Page  00000003 Segm. Music Notation Feat. vector Class 1,6 100000.. I 4 0 1 001000... I or II 2,7 100000.. I 24,28 01000... II 52 0 1 0 0 0... 11I Table 1: Classification examples for several segments from Syrinx. will choose the features according to the desired outcome: for example, he might choose to focus on a rhythmic analysis, or compare several pieces of music according to a set of common features. Since similarity in music could be argued to be context-dependent (context being the piece or pieces under analysis), features can be low-level, piece-specific (e.g., the use of a specific interval), as well as very general musical properties (like upward melodic motion). For our experiments we chose a combination of general and of piece-specific features, describing * melodic shape (moving-up, down, or different combinations- or stationary). * rhythmic movement (continuous-which can be quaver, semiquaver or demisemiquaver movement- or interrupted-by a dotted rhythm, syncopation, long note or a pause-). * interval patterns (with instances being low-level successions of intervals) and * instrument register (in order to describe transposition). These features proved to be sufficient for the final classification. The features describing a segment were concatenated to form a feature vector, in our case with 40 binary values, which was then used as input to the Figure 2: Construction of a GNG network. Small circles represent input data, and large circles connected with edges are the units of the network. classification algorithm. Table 1 shows several segments out of the 79 from Syrinx with part of their feature vector representations. 3.3 The Classification Algorithm The classification algorithm which we chose to employ for our experiments was Growing Neural Gas [2]. This is an unsupervised neural network algorithm that grows units while it learns. Each unit corresponds to the prototype of one cluster. An input signal, i.e., a feature vector representing a musical segment through 40 binary features, can be viewed as having a position in the 40-dimensional input space, and the units of the network are positioned in the same space. When an input signal is presented, the unit of the network which is closest to it (measured by Euclidean distance) is moved towards this signal by a fraction of the distance to this signal, together with its topological neighbours. The distance between the signal and the winning unit is added to a local error variable of this unit. The winning unit and the second closest unit are then connected by an edge, or the age of the edge is reset to zero, if it already exists. The edges reflect neighbourhood relations between the network units. At each step, all edges in the network are aged, and edges which have reached a pre-defined maximum age are deleted. This process ensures a continuous updating of the neighbourhood relations. A new unit is inserted into the network at regular intervals, between the unit with the highest accumulated error and its neighbour with the highest error. The built-up structure of the network reflects the distribution and density of the input signals: The units move towards the input signals, and a high density of inputs in an area will lead to more units being allocated in this area. Figure 2 shows the development of a network in a two-dimensional input space with four distinct clusters. The network starts with two units and can therefore distinguish only between the two main clusters. In effect, the network answers the question: If there were two clusters, what would their prototypes be? After a certain amount of epochs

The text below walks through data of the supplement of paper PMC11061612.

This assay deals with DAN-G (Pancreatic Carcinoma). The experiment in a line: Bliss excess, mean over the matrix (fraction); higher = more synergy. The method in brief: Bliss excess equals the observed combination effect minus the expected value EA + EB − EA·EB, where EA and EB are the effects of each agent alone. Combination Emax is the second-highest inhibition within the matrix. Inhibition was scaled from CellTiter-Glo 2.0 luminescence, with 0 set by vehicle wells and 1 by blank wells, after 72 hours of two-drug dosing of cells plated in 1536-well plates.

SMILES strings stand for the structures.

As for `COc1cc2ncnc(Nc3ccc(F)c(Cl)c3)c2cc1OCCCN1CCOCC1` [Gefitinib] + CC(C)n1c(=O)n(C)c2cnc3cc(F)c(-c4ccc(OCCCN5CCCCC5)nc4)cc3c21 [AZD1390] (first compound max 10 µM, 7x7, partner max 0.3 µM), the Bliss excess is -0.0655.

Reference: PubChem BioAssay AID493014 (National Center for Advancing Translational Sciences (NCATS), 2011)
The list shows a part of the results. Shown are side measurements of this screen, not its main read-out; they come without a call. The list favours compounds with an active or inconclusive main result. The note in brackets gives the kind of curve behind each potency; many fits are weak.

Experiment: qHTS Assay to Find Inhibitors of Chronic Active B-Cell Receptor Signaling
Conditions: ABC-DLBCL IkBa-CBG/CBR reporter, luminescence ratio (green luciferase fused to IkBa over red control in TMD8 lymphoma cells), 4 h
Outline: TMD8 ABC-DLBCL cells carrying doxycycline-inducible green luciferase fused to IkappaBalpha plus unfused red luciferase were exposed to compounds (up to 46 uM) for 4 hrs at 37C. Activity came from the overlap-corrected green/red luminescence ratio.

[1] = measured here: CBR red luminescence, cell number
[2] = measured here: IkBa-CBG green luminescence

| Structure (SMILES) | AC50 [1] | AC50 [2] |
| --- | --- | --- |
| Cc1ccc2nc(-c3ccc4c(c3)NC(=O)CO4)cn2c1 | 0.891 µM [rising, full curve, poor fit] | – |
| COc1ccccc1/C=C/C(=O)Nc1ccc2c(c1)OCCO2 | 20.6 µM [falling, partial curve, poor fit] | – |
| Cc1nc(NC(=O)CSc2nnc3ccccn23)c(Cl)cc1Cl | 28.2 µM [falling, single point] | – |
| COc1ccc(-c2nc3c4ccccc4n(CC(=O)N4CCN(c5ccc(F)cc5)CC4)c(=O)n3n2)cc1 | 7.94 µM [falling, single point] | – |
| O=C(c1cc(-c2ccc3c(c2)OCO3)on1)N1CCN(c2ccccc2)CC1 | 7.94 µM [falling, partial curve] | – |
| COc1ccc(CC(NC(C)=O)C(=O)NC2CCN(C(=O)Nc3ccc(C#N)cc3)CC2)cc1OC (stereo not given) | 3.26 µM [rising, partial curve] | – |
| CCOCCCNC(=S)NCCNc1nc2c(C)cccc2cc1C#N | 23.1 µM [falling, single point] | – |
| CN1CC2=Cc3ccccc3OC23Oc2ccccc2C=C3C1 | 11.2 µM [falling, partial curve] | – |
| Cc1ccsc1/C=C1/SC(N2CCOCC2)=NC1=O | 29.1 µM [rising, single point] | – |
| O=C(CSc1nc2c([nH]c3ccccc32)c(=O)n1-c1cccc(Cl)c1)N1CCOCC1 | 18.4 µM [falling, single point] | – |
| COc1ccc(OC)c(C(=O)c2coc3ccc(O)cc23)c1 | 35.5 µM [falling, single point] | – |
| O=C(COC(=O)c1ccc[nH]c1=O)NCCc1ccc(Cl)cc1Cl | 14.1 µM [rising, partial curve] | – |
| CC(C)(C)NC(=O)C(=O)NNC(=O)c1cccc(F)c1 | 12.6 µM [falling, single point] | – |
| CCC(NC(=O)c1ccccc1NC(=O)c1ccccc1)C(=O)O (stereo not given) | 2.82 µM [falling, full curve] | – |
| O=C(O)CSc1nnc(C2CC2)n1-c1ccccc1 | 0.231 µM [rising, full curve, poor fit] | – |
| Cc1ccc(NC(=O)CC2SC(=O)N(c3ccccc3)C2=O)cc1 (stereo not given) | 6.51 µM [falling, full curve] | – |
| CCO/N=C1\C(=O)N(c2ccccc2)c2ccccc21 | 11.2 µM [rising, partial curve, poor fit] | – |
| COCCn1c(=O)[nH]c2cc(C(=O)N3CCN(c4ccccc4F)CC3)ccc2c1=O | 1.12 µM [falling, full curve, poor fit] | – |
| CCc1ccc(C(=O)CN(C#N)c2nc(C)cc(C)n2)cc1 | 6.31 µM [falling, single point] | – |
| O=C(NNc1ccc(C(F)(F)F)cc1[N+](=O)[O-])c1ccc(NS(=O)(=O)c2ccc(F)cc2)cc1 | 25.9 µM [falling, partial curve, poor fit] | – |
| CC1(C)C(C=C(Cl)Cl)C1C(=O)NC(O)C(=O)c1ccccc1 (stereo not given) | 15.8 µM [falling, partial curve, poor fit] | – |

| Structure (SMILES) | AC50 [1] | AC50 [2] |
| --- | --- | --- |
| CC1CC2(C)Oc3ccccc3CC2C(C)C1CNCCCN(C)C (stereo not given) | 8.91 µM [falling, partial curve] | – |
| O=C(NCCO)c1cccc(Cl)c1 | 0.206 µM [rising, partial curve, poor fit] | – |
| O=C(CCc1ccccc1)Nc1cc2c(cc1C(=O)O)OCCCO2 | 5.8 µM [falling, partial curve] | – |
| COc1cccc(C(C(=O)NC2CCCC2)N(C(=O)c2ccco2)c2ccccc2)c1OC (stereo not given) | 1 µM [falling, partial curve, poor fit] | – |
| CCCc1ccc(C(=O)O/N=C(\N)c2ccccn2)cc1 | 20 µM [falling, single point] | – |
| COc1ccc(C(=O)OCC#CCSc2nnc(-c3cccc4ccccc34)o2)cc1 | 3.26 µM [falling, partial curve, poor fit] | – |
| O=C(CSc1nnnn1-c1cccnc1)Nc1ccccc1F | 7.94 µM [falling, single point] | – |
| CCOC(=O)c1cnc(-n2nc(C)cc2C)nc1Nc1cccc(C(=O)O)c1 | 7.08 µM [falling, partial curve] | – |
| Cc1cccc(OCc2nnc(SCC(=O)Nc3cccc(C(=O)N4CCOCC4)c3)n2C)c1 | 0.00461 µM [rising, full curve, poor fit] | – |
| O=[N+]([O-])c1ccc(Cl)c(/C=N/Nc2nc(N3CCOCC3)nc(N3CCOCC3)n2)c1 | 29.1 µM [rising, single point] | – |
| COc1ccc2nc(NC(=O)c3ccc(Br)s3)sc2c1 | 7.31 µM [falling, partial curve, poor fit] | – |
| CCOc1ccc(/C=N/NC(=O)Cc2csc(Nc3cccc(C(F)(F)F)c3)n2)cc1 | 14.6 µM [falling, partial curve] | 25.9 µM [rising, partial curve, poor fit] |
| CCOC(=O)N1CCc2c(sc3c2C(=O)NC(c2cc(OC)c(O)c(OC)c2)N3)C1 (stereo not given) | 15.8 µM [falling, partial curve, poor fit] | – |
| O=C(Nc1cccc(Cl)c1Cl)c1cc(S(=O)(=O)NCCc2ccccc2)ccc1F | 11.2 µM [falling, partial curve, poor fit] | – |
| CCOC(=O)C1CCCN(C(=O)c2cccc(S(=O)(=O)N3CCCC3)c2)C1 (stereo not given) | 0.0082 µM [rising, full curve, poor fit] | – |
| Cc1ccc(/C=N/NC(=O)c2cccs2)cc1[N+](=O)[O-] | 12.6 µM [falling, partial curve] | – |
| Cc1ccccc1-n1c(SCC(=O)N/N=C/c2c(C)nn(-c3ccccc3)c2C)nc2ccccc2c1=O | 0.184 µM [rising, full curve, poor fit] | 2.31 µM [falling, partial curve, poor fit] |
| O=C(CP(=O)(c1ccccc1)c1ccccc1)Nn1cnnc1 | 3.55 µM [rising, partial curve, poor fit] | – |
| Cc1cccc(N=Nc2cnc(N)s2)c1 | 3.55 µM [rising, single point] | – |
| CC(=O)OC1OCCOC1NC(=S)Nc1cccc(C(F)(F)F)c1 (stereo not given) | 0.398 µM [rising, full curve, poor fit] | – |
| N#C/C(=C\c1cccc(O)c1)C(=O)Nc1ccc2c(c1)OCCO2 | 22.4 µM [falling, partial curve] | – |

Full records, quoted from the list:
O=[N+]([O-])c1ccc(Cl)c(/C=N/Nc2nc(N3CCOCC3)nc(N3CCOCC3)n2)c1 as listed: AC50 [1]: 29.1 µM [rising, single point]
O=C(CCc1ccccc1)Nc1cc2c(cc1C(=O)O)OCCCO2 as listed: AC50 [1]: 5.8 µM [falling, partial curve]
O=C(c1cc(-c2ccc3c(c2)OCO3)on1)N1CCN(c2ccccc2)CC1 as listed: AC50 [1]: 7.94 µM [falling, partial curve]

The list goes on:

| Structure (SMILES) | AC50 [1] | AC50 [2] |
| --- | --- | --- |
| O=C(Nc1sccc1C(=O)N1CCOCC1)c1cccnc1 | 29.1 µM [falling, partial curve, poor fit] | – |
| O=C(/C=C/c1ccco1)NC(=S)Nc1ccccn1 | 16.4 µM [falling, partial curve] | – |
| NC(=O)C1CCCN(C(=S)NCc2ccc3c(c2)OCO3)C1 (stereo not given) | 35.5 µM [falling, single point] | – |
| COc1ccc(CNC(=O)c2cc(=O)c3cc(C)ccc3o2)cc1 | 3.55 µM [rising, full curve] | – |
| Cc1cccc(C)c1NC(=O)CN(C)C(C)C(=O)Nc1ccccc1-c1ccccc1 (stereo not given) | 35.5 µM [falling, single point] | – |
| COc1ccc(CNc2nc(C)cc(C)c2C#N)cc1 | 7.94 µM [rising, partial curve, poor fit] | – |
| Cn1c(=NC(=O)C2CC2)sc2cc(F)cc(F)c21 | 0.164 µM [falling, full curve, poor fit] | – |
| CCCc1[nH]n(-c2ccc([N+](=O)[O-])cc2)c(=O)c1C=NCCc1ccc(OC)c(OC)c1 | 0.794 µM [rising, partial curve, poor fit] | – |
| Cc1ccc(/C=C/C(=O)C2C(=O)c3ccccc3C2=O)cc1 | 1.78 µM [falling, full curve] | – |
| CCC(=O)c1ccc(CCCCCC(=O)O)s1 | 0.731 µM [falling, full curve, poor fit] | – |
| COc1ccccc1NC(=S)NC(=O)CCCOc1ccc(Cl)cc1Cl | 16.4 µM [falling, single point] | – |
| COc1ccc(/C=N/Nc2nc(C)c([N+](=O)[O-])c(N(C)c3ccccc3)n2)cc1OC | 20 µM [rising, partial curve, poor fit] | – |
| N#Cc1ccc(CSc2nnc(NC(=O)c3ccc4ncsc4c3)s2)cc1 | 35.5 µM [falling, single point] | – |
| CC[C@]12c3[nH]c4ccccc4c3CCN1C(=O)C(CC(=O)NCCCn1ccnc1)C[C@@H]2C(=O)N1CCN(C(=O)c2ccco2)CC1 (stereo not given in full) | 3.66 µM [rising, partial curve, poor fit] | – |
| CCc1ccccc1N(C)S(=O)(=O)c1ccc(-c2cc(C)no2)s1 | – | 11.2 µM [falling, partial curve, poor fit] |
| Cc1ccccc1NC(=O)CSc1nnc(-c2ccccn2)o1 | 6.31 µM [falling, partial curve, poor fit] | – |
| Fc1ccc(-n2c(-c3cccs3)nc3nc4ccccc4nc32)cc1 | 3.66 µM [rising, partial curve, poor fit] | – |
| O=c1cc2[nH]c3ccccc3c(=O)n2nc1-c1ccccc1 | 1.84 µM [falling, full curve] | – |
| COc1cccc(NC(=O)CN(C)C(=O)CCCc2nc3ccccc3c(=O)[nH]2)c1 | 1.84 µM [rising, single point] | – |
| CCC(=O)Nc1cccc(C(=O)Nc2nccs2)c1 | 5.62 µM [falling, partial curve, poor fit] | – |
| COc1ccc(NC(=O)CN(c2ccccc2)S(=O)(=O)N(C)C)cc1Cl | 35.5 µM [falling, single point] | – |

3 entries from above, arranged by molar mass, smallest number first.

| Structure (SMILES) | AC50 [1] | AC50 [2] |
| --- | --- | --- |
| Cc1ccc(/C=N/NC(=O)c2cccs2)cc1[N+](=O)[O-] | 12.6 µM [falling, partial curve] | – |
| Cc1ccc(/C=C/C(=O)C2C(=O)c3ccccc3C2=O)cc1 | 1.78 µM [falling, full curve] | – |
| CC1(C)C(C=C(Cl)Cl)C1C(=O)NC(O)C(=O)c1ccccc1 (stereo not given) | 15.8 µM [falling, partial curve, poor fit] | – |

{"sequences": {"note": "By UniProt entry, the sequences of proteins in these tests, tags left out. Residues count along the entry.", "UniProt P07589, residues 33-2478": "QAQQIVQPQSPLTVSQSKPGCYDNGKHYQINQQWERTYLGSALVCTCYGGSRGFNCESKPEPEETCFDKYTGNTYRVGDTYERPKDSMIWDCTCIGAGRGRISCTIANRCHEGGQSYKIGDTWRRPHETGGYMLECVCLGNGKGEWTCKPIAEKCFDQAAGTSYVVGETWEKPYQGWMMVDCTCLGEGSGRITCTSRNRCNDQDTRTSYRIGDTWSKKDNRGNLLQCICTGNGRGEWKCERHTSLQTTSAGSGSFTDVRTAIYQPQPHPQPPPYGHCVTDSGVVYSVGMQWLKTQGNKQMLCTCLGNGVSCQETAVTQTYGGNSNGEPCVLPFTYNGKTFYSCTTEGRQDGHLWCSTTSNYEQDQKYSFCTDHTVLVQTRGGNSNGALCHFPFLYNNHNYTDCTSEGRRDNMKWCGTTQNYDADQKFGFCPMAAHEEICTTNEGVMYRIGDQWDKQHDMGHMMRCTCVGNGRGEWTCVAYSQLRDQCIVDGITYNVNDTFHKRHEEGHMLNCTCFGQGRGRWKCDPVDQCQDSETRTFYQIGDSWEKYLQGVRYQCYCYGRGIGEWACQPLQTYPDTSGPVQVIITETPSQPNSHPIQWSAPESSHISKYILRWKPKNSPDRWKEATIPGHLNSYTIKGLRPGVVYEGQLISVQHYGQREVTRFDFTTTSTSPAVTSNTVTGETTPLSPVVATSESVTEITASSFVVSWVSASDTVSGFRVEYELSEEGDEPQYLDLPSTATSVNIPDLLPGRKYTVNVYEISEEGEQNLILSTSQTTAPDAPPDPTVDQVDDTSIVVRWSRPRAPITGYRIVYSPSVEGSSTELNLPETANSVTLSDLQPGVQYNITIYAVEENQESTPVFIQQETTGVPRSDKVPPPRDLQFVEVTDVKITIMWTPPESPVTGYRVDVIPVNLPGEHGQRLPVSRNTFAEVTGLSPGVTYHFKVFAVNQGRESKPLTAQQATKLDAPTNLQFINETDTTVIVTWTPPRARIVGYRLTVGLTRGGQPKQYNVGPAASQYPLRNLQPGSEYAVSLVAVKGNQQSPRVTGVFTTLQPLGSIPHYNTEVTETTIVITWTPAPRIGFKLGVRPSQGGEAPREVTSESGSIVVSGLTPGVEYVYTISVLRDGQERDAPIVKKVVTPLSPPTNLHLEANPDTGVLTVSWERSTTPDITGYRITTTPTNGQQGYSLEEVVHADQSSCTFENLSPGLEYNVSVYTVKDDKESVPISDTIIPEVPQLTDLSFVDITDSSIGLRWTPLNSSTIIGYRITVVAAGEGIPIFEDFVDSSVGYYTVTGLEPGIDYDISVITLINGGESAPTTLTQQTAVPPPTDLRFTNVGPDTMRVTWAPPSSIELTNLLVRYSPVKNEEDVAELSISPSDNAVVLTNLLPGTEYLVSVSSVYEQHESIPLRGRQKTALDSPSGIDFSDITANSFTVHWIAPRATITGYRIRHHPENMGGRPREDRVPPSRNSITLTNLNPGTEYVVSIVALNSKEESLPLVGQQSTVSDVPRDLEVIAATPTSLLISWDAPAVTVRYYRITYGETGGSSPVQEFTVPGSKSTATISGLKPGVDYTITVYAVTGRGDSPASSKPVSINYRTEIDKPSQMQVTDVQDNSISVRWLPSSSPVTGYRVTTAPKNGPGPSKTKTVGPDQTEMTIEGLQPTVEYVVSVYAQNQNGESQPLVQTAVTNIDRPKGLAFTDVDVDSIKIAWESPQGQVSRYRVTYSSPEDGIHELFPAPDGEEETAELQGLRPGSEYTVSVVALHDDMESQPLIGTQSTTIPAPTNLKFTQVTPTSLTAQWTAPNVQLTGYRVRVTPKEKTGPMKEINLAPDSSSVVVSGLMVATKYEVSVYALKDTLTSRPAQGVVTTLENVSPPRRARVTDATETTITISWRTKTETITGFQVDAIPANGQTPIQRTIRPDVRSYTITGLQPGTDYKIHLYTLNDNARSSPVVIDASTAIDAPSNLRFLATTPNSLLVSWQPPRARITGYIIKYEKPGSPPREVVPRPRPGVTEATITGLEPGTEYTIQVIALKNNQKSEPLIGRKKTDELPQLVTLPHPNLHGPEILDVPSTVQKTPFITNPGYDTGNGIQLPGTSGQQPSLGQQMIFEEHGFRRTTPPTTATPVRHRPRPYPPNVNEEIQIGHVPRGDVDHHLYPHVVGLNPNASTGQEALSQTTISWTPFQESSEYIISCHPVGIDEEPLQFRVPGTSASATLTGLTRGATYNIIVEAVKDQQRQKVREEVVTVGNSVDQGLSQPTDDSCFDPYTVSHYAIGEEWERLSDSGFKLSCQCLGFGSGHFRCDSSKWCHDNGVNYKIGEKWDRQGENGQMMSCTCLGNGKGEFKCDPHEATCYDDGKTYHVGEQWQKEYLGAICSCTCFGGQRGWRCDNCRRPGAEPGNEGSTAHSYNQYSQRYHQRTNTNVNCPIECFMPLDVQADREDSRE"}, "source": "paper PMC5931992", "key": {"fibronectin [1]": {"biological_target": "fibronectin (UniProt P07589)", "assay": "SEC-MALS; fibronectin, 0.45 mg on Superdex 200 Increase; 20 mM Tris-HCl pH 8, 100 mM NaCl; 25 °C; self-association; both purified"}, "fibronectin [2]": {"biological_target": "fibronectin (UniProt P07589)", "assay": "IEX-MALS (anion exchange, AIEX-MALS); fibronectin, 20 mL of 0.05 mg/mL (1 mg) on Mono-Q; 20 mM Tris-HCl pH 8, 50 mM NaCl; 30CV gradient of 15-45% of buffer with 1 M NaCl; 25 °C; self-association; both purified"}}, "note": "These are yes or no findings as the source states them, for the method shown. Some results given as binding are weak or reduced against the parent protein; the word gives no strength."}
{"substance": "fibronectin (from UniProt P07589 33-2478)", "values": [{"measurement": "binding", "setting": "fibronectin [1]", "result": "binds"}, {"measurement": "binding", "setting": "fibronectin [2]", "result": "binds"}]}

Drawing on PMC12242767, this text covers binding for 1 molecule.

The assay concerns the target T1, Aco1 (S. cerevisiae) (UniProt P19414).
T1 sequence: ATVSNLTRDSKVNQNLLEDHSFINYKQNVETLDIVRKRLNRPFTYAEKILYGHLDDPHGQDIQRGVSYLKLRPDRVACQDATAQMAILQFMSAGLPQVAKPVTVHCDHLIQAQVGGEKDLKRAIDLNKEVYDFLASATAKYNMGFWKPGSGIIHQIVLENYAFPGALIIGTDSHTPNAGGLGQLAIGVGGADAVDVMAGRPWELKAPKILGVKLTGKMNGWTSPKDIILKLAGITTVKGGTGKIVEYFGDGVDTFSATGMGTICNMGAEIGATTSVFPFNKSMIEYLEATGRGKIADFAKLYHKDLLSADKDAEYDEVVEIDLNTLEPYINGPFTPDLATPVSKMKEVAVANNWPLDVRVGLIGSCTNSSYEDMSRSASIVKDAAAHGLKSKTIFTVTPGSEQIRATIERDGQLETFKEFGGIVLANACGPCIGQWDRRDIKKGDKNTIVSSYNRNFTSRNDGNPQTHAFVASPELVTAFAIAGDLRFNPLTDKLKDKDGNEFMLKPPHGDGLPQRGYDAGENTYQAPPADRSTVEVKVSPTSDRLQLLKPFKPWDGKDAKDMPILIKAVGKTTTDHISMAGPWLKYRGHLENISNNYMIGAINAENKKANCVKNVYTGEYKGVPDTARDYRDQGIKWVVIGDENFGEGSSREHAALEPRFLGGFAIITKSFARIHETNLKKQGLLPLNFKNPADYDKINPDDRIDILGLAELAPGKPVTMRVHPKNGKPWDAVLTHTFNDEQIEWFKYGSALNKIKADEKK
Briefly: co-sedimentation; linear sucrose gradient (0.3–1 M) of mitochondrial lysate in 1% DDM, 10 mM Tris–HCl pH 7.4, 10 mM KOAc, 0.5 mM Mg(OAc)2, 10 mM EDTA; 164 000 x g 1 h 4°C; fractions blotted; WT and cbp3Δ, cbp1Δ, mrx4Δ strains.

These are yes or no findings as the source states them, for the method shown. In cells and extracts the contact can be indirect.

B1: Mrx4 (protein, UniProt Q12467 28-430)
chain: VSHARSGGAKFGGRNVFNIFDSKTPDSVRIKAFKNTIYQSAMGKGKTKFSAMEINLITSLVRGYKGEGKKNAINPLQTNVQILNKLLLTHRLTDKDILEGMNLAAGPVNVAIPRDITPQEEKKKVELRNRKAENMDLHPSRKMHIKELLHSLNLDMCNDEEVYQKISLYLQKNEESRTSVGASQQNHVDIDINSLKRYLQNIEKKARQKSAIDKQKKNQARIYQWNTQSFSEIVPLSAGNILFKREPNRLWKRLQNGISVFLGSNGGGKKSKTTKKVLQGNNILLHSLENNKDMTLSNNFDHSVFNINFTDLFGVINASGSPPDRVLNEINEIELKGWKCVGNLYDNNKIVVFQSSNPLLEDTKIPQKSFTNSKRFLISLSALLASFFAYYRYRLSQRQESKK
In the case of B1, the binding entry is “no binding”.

Page  00000004 (presentation of the input signals), a new unit is inserted and the units move to the positions indicated in the second picture. When the fourth unit is inserted, the units distribute over the four clusters. In principal, insertion of units proceeds forever. The GNG algorithm thus lets the analyst define the level of grainedness of her analysis and does not impose a priori constraints on the number of clusters. Each unit forms a prototype of a cluster, expressed in the probability distribution of the feature values of their cluster members. These prototypes are freqyuency-dependent, since the position of each unit is updated with each presentation of an input signal. Neighbourhood relations between clusters are expressed in the connections between the network units. 4 Experimental Results The GNG algorithm was trained on the musical feature vectors for 2000 iterations, inserting a new unit every 100 iterations (2 minutes CPU time on a Sun Ultra workstation). Thus, the final classification consisted of 20 categories, and by comparing this to previous stages, the hierarchy of clusters could be observed. We ran various experiments with different input representations. With our final representation (which is mentioned above) we obtained an intuitively sensible analysis which was surprisingly close to Nattiez' second paradigmatic analysis. Due to the lack of space it is impossible to give the various results obtained in full length. In table 1, segments 1, 2, 6 and 7 belong to the same class; segments 24, 28 and 52 belong to another. Segment 4 is a problematic segment in that it can be classified to either of these two categories, according to different input representations. It would be classified with the first category when rhythmic features are taken into account, and with the second if melodic shape is emphasized. In our experiments, after 2000 iterations, this segment formed a class by itself, but was linked by edges to both class I and class II. Nattiez classified segment 4 according to melodic shape and not to rhythm. The problem with this is that since segment 4 is the first occurrence for such a melodic shape, it becomes a paradigm. However, further segments are more and more varied, and the result is that segment 4 is in no way prototypical of the whole category. In our analysis, this problem was avoided because prototypes represented the weighted average of all class members and not the first occurrence of a class member. 5 Conclusions We have demonstrated a formal model of paradigmatic analysis. The model requires the analyst to make the categorization criteria explicit without restricting his particular choices. The classification produced by the model is then entirely based on these choices and depending on the obtained results, they can be revised by the analyst. The model yields different levels of classification, prototypes for each class and relations of classes of the same level. The model can be extended in various ways. Firstly, it is possible that the analyst wishes to attribute different importance to different features. Such a weighting of features should be incorporated into an extended model. Secondly, while the present version relies on a given segmentation of a piece, in principle a revision of this initial segmentation could be incorporated into the classification process, combining the stages of PA in a single unified model. This will be our main direction of future research. 6 Acknowledgements We are grateful to Peter Nelson for comments on a draft of this paper. The second author was funded by the ESRC (award no. R00429624342) and by the Gottlieb Daimler-und K~arl Benz-Stiftung (grant no. 02.95.29). Rtefere nces [11 N. Cook. A Guide to M~usical Analysis. Oxford University Press, 1987. [21 Bernd Fritzke. A growing neural gas algorithm learns topologies. In G. Tesauro, D. S. Touretzky, and T. K(. Lean, editors, Advances in Neural In~formation Processing SyJstems 7, pages 625-632, Cambridge, MA, 1995. MIT-Press. [3] R.O. Gjerdingen. Using connectionist models to explore complex musical patterns. In M~usic and Connectionism, pages 138-149. MIT Press, 1991. [4] J.J. Nattiez. Fondements d'une Semiologie de la Mrusique. Union Generale d'Editions, 1975.